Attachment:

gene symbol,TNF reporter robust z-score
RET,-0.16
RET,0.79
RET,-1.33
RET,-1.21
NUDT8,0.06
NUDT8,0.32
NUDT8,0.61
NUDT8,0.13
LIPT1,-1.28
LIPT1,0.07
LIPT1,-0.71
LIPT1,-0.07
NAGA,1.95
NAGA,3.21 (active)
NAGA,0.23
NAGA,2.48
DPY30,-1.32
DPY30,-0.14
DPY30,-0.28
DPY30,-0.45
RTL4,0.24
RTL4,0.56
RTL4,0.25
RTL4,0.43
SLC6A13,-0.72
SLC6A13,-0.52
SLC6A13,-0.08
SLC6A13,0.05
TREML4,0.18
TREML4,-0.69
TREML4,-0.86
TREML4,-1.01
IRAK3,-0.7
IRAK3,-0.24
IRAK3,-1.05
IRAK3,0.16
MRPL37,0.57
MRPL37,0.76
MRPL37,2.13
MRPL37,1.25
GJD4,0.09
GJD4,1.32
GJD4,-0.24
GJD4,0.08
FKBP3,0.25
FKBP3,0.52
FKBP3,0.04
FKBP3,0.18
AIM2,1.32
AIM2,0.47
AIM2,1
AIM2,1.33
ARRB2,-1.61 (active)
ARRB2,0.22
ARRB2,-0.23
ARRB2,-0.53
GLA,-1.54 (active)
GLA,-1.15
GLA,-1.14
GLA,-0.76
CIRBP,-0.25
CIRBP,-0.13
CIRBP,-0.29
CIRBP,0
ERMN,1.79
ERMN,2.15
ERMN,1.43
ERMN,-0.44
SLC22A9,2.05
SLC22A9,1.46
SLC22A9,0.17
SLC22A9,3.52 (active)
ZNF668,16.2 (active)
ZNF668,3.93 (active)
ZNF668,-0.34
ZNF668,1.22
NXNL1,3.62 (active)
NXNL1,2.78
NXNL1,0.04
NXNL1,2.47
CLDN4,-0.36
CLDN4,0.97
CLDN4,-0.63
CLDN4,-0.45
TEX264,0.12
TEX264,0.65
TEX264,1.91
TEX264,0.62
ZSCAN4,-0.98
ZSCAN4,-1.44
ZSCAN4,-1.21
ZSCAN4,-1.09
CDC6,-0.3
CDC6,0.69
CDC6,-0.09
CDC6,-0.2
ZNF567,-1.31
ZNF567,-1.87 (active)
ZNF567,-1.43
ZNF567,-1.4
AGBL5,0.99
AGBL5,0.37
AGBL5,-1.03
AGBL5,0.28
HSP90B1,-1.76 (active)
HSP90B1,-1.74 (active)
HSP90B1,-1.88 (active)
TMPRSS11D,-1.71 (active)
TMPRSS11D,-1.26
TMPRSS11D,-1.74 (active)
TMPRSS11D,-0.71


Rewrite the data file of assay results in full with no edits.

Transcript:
gene symbol,TNF reporter robust z-score
RET,-0.16
RET,0.79
RET,-1.33
RET,-1.21
NUDT8,0.06
NUDT8,0.32
NUDT8,0.61
NUDT8,0.13
LIPT1,-1.28
LIPT1,0.07
LIPT1,-0.71
LIPT1,-0.07
NAGA,1.95
NAGA,3.21 (active)
NAGA,0.23
NAGA,2.48
DPY30,-1.32
DPY30,-0.14
DPY30,-0.28
DPY30,-0.45
RTL4,0.24
RTL4,0.56
RTL4,0.25
RTL4,0.43
SLC6A13,-0.72
SLC6A13,-0.52
SLC6A13,-0.08
SLC6A13,0.05
TREML4,0.18
TREML4,-0.69
TREML4,-0.86
TREML4,-1.01
IRAK3,-0.7
IRAK3,-0.24
IRAK3,-1.05
IRAK3,0.16
MRPL37,0.57
MRPL37,0.76
MRPL37,2.13
MRPL37,1.25
GJD4,0.09
GJD4,1.32
GJD4,-0.24
GJD4,0.08
FKBP3,0.25
FKBP3,0.52
FKBP3,0.04
FKBP3,0.18
AIM2,1.32
AIM2,0.47
AIM2,1
AIM2,1.33
ARRB2,-1.61 (active)
ARRB2,0.22
ARRB2,-0.23
ARRB2,-0.53
GLA,-1.54 (active)
GLA,-1.15
GLA,-1.14
GLA,-0.76
CIRBP,-0.25
CIRBP,-0.13
CIRBP,-0.29
CIRBP,0
ERMN,1.79
ERMN,2.15
ERMN,1.43
ERMN,-0.44
SLC22A9,2.05
SLC22A9,1.46
SLC22A9,0.17
SLC22A9,3.52 (active)
ZNF668,16.2 (active)
ZNF668,3.93 (active)
ZNF668,-0.34
ZNF668,1.22
NXNL1,3.62 (active)
NXNL1,2.78
NXNL1,0.04
NXNL1,2.47
CLDN4,-0.36
CLDN4,0.97
CLDN4,-0.63
CLDN4,-0.45
TEX264,0.12
TEX264,0.65
TEX264,1.91
TEX264,0.62
ZSCAN4,-0.98
ZSCAN4,-1.44
ZSCAN4,-1.21
ZSCAN4,-1.09
CDC6,-0.3
CDC6,0.69
CDC6,-0.09
CDC6,-0.2
ZNF567,-1.31
ZNF567,-1.87 (active)
ZNF567,-1.43
ZNF567,-1.4
AGBL5,0.99
AGBL5,0.37
AGBL5,-1.03
AGBL5,0.28
HSP90B1,-1.76 (active)
HSP90B1,-1.74 (active)
HSP90B1,-1.88 (active)
TMPRSS11D,-1.71 (active)
TMPRSS11D,-1.26
TMPRSS11D,-1.74 (active)
TMPRSS11D,-0.71